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Hitler S Black Victims

Author: Clarence Lusane
Publisher: Routledge
ISBN: 1135955239
Size: 17.76 MB
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Drawing on interviews with the black survivors of Nazi concentration camps and archival research in North America, Europe, and Africa, this book documents and analyzes the meaning of Nazism's racial policies towards people of African descent, specifically those born in Germany, England, France, the United States, and Africa, and the impact of that legacy on contemporary race relations in Germany, and more generally, in Europe. The book also specifically addresses the concerns of those surviving Afro-Germans who were victims of Nazism, but have not generally been included in or benefited from the compensation agreements that have been developed in recent years.

Gender Politics And Mass Dictatorship

Author: J. Lim
Publisher: Springer
ISBN: 0230283276
Size: 47.46 MB
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Unique in comparative scope, this volume brings together global scholarship on gender. Thirteen international experts explore the gendered mobilization of men and women in twentieth century European and Asian mass dictatorships and colonial empires, examining both mobilization 'from above' and self-empowerment 'from below'.

Black German

Author: Theodor Michael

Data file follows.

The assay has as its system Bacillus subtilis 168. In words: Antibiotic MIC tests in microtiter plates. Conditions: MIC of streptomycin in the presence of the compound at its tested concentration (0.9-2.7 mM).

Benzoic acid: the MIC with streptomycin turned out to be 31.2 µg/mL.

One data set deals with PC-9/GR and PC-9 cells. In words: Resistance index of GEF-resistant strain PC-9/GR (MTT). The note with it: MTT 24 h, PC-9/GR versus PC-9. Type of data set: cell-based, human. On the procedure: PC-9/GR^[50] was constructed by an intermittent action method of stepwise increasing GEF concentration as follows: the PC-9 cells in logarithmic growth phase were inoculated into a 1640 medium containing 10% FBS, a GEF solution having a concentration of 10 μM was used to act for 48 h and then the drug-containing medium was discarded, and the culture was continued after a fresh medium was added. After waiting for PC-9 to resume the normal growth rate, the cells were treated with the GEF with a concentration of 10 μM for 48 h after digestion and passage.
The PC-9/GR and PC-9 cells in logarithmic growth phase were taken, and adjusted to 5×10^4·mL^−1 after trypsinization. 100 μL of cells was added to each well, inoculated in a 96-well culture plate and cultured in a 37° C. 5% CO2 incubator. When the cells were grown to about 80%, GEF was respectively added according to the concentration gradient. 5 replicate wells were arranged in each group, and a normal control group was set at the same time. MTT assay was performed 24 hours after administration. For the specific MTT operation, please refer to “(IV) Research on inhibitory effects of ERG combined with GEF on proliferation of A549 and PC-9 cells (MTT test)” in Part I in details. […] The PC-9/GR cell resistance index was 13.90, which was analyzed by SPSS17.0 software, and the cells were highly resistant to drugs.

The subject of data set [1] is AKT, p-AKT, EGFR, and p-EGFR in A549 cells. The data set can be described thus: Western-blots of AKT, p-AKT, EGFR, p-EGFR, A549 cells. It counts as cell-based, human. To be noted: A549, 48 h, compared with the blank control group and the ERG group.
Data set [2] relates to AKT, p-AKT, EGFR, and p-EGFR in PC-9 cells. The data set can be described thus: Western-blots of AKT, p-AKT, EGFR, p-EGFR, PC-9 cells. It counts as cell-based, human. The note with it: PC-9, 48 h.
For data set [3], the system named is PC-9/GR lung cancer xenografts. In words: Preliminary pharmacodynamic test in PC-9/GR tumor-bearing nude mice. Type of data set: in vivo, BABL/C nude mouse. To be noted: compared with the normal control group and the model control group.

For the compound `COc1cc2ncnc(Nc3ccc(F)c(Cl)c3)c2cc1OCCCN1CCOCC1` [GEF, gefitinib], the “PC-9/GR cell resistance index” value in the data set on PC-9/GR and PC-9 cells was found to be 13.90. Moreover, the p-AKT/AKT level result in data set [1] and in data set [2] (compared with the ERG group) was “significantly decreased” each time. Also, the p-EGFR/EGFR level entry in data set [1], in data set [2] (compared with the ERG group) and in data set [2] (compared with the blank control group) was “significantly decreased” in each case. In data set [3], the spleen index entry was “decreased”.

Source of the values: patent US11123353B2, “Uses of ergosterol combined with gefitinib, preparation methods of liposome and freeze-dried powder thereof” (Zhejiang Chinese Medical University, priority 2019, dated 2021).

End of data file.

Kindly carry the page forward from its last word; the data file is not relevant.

Publisher: Oxford University Press
ISBN: 1781383413
Size: 72.33 MB
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This is the first English translation of an important document in the history of the black presence in Germany and Europe: the autobiography of Theodor Michael. Theodor Michael is among the few surviving members of the first generation of 'Afro-Germans': Born in Germany in 1925 to a Cameroonian father and a German mother, he grew up in Berlin in the last days of the Weimar Republic. As a child and teenager he worked in circuses and films and experienced the tightening knot of racial discrimination under the Nazis in the years before the Second World War. He survived the war as a forced labourer, founding a family and making a career as a journalist and actor in post-war West Germany. Since the 1980s he has become an important spokesman for the black German consciousness movement, acting as a human link between the first black German community of the inter-war period, the pan-Africanism of the 1950s and 1960s, and new generations of Germans of African descent. Theodor Michael's life story is a classic account of coming to consciousness of a man who understands himself as both black and German; accordingly, it illuminates key aspects of modern German social history as well as of the post-war history of the African diaspora. The text has been translated by Eve Rosenhaft, Professor of German Historical Studies at the University of Liverpool and an internationally acknowledged expert in Black German studies. It is accompanied by a translator's preface, explanatory notes, a chronology of historical events and a guide to further reading, so that the book will be accessible and useful both for general readers and for undergraduate students.

Recasting Race After World War Ii

Author: Timothy L. Schroer
Publisher:
ISBN:
Size: 63.46 MB